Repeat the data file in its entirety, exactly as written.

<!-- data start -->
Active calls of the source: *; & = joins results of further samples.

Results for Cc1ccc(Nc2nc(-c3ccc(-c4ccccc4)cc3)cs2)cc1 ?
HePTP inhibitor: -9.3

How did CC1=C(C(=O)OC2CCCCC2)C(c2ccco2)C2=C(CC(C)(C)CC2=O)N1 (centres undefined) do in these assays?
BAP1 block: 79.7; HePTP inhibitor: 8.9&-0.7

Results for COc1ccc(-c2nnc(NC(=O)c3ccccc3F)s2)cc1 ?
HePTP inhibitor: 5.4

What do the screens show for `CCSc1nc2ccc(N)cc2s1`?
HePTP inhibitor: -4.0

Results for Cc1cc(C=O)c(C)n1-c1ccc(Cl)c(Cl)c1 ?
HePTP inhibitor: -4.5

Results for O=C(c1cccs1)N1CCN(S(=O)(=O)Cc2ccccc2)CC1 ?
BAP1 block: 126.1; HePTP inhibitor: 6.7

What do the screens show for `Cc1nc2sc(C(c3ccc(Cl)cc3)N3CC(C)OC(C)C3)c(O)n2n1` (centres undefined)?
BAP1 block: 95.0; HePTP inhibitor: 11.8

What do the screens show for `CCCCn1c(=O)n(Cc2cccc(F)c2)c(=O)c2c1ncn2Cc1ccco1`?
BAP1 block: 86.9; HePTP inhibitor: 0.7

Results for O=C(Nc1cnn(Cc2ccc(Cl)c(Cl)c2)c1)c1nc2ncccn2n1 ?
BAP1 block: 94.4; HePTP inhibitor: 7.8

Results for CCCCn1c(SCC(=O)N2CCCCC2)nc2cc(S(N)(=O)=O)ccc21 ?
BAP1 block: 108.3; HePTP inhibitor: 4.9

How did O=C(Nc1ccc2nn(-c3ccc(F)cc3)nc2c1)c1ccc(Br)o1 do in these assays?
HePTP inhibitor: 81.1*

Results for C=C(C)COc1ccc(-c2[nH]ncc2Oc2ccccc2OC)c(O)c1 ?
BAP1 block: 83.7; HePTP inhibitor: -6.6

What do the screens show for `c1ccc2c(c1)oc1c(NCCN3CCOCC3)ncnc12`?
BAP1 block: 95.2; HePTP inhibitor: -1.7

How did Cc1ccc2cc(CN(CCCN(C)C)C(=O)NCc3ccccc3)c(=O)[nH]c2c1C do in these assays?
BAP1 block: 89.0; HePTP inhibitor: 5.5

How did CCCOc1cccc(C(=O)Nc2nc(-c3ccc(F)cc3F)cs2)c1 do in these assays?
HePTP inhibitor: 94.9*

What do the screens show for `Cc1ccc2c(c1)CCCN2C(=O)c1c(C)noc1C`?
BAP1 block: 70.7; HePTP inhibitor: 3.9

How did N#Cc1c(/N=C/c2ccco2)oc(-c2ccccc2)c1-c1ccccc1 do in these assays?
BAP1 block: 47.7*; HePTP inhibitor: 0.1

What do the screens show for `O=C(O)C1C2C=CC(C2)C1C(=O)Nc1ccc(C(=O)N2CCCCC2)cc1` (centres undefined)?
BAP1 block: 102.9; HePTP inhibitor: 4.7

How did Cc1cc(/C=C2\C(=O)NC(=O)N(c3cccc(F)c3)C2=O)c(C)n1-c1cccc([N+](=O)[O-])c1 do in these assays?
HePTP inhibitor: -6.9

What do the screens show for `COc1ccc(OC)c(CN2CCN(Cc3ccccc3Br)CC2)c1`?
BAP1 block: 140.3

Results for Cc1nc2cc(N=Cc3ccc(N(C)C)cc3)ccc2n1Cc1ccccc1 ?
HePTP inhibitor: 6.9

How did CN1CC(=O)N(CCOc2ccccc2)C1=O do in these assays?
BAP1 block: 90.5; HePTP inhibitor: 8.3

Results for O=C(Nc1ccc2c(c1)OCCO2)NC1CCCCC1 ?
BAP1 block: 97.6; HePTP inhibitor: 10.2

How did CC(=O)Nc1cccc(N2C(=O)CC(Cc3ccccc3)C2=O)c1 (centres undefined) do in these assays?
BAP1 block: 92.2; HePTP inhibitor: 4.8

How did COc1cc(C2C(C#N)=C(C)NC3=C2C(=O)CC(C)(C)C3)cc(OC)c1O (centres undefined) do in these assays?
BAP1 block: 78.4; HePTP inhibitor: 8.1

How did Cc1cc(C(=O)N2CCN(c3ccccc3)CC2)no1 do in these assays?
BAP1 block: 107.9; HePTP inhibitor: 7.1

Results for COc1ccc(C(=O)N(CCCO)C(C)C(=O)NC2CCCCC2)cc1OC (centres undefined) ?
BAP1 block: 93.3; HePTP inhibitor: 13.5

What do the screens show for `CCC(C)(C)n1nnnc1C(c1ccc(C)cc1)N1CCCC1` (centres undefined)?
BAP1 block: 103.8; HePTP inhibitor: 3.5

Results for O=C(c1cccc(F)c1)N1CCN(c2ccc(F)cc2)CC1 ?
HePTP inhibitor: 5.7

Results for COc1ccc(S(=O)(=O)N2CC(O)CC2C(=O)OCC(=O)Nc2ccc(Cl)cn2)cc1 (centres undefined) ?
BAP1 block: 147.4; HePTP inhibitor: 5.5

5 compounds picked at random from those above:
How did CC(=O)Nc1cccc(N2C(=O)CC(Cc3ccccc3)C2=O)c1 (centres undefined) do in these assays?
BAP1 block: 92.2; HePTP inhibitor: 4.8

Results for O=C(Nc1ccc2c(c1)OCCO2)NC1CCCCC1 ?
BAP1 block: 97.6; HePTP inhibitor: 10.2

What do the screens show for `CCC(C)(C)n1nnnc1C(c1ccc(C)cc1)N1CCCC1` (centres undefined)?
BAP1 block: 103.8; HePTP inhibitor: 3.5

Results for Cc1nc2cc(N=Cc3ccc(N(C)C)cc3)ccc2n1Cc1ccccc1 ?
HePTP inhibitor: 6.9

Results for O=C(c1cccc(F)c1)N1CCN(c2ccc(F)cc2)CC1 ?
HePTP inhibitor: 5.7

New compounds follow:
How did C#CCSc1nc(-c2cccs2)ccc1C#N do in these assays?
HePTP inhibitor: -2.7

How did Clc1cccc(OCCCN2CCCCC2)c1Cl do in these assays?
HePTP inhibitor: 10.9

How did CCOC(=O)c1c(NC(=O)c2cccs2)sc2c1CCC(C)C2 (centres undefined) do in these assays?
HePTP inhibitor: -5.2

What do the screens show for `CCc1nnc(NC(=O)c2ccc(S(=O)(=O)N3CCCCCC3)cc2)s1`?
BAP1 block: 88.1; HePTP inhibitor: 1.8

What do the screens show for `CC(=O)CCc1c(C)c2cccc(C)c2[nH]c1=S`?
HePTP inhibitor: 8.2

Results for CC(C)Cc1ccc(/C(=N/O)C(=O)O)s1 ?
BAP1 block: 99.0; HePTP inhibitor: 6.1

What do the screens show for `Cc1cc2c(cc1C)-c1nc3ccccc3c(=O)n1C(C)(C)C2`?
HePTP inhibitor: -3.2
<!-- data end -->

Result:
Active calls of the source: *; & = joins results of further samples.

Results for Cc1ccc(Nc2nc(-c3ccc(-c4ccccc4)cc3)cs2)cc1 ?
HePTP inhibitor: -9.3

How did CC1=C(C(=O)OC2CCCCC2)C(c2ccco2)C2=C(CC(C)(C)CC2=O)N1 (centres undefined) do in these assays?
BAP1 block: 79.7; HePTP inhibitor: 8.9&-0.7

Results for COc1ccc(-c2nnc(NC(=O)c3ccccc3F)s2)cc1 ?
HePTP inhibitor: 5.4

What do the screens show for `CCSc1nc2ccc(N)cc2s1`?
HePTP inhibitor: -4.0

Results for Cc1cc(C=O)c(C)n1-c1ccc(Cl)c(Cl)c1 ?
HePTP inhibitor: -4.5

Results for O=C(c1cccs1)N1CCN(S(=O)(=O)Cc2ccccc2)CC1 ?
BAP1 block: 126.1; HePTP inhibitor: 6.7

What do the screens show for `Cc1nc2sc(C(c3ccc(Cl)cc3)N3CC(C)OC(C)C3)c(O)n2n1` (centres undefined)?
BAP1 block: 95.0; HePTP inhibitor: 11.8

What do the screens show for `CCCCn1c(=O)n(Cc2cccc(F)c2)c(=O)c2c1ncn2Cc1ccco1`?
BAP1 block: 86.9; HePTP inhibitor: 0.7

Results for O=C(Nc1cnn(Cc2ccc(Cl)c(Cl)c2)c1)c1nc2ncccn2n1 ?
BAP1 block: 94.4; HePTP inhibitor: 7.8

Results for CCCCn1c(SCC(=O)N2CCCCC2)nc2cc(S(N)(=O)=O)ccc21 ?
BAP1 block: 108.3; HePTP inhibitor: 4.9

How did O=C(Nc1ccc2nn(-c3ccc(F)cc3)nc2c1)c1ccc(Br)o1 do in these assays?
HePTP inhibitor: 81.1*

Results for C=C(C)COc1ccc(-c2[nH]ncc2Oc2ccccc2OC)c(O)c1 ?
BAP1 block: 83.7; HePTP inhibitor: -6.6

What do the screens show for `c1ccc2c(c1)oc1c(NCCN3CCOCC3)ncnc12`?
BAP1 block: 95.2; HePTP inhibitor: -1.7

How did Cc1ccc2cc(CN(CCCN(C)C)C(=O)NCc3ccccc3)c(=O)[nH]c2c1C do in these assays?
BAP1 block: 89.0; HePTP inhibitor: 5.5

How did CCCOc1cccc(C(=O)Nc2nc(-c3ccc(F)cc3F)cs2)c1 do in these assays?
HePTP inhibitor: 94.9*

What do the screens show for `Cc1ccc2c(c1)CCCN2C(=O)c1c(C)noc1C`?
BAP1 block: 70.7; HePTP inhibitor: 3.9

How did N#Cc1c(/N=C/c2ccco2)oc(-c2ccccc2)c1-c1ccccc1 do in these assays?
BAP1 block: 47.7*; HePTP inhibitor: 0.1

What do the screens show for `O=C(O)C1C2C=CC(C2)C1C(=O)Nc1ccc(C(=O)N2CCCCC2)cc1` (centres undefined)?
BAP1 block: 102.9; HePTP inhibitor: 4.7

How did Cc1cc(/C=C2\C(=O)NC(=O)N(c3cccc(F)c3)C2=O)c(C)n1-c1cccc([N+](=O)[O-])c1 do in these assays?
HePTP inhibitor: -6.9

What do the screens show for `COc1ccc(OC)c(CN2CCN(Cc3ccccc3Br)CC2)c1`?
BAP1 block: 140.3

Results for Cc1nc2cc(N=Cc3ccc(N(C)C)cc3)ccc2n1Cc1ccccc1 ?
HePTP inhibitor: 6.9

How did CN1CC(=O)N(CCOc2ccccc2)C1=O do in these assays?
BAP1 block: 90.5; HePTP inhibitor: 8.3

Results for O=C(Nc1ccc2c(c1)OCCO2)NC1CCCCC1 ?
BAP1 block: 97.6; HePTP inhibitor: 10.2

How did CC(=O)Nc1cccc(N2C(=O)CC(Cc3ccccc3)C2=O)c1 (centres undefined) do in these assays?
BAP1 block: 92.2; HePTP inhibitor: 4.8

How did COc1cc(C2C(C#N)=C(C)NC3=C2C(=O)CC(C)(C)C3)cc(OC)c1O (centres undefined) do in these assays?
BAP1 block: 78.4; HePTP inhibitor: 8.1

How did Cc1cc(C(=O)N2CCN(c3ccccc3)CC2)no1 do in these assays?
BAP1 block: 107.9; HePTP inhibitor: 7.1

Results for COc1ccc(C(=O)N(CCCO)C(C)C(=O)NC2CCCCC2)cc1OC (centres undefined) ?
BAP1 block: 93.3; HePTP inhibitor: 13.5

What do the screens show for `CCC(C)(C)n1nnnc1C(c1ccc(C)cc1)N1CCCC1` (centres undefined)?
BAP1 block: 103.8; HePTP inhibitor: 3.5

Results for O=C(c1cccc(F)c1)N1CCN(c2ccc(F)cc2)CC1 ?
HePTP inhibitor: 5.7

Results for COc1ccc(S(=O)(=O)N2CC(O)CC2C(=O)OCC(=O)Nc2ccc(Cl)cn2)cc1 (centres undefined) ?
BAP1 block: 147.4; HePTP inhibitor: 5.5

5 compounds picked at random from those above:
How did CC(=O)Nc1cccc(N2C(=O)CC(Cc3ccccc3)C2=O)c1 (centres undefined) do in these assays?
BAP1 block: 92.2; HePTP inhibitor: 4.8

Results for O=C(Nc1ccc2c(c1)OCCO2)NC1CCCCC1 ?
BAP1 block: 97.6; HePTP inhibitor: 10.2

What do the screens show for `CCC(C)(C)n1nnnc1C(c1ccc(C)cc1)N1CCCC1` (centres undefined)?
BAP1 block: 103.8; HePTP inhibitor: 3.5

Results for Cc1nc2cc(N=Cc3ccc(N(C)C)cc3)ccc2n1Cc1ccccc1 ?
HePTP inhibitor: 6.9

Results for O=C(c1cccc(F)c1)N1CCN(c2ccc(F)cc2)CC1 ?
HePTP inhibitor: 5.7

New compounds follow:
How did C#CCSc1nc(-c2cccs2)ccc1C#N do in these assays?
HePTP inhibitor: -2.7

How did Clc1cccc(OCCCN2CCCCC2)c1Cl do in these assays?
HePTP inhibitor: 10.9

How did CCOC(=O)c1c(NC(=O)c2cccs2)sc2c1CCC(C)C2 (centres undefined) do in these assays?
HePTP inhibitor: -5.2

What do the screens show for `CCc1nnc(NC(=O)c2ccc(S(=O)(=O)N3CCCCCC3)cc2)s1`?
BAP1 block: 88.1; HePTP inhibitor: 1.8

What do the screens show for `CC(=O)CCc1c(C)c2cccc(C)c2[nH]c1=S`?
HePTP inhibitor: 8.2

Results for CC(C)Cc1ccc(/C(=N/O)C(=O)O)s1 ?
BAP1 block: 99.0; HePTP inhibitor: 6.1

What do the screens show for `Cc1cc2c(cc1C)-c1nc3ccccc3c(=O)n1C(C)(C)C2`?
HePTP inhibitor: -3.2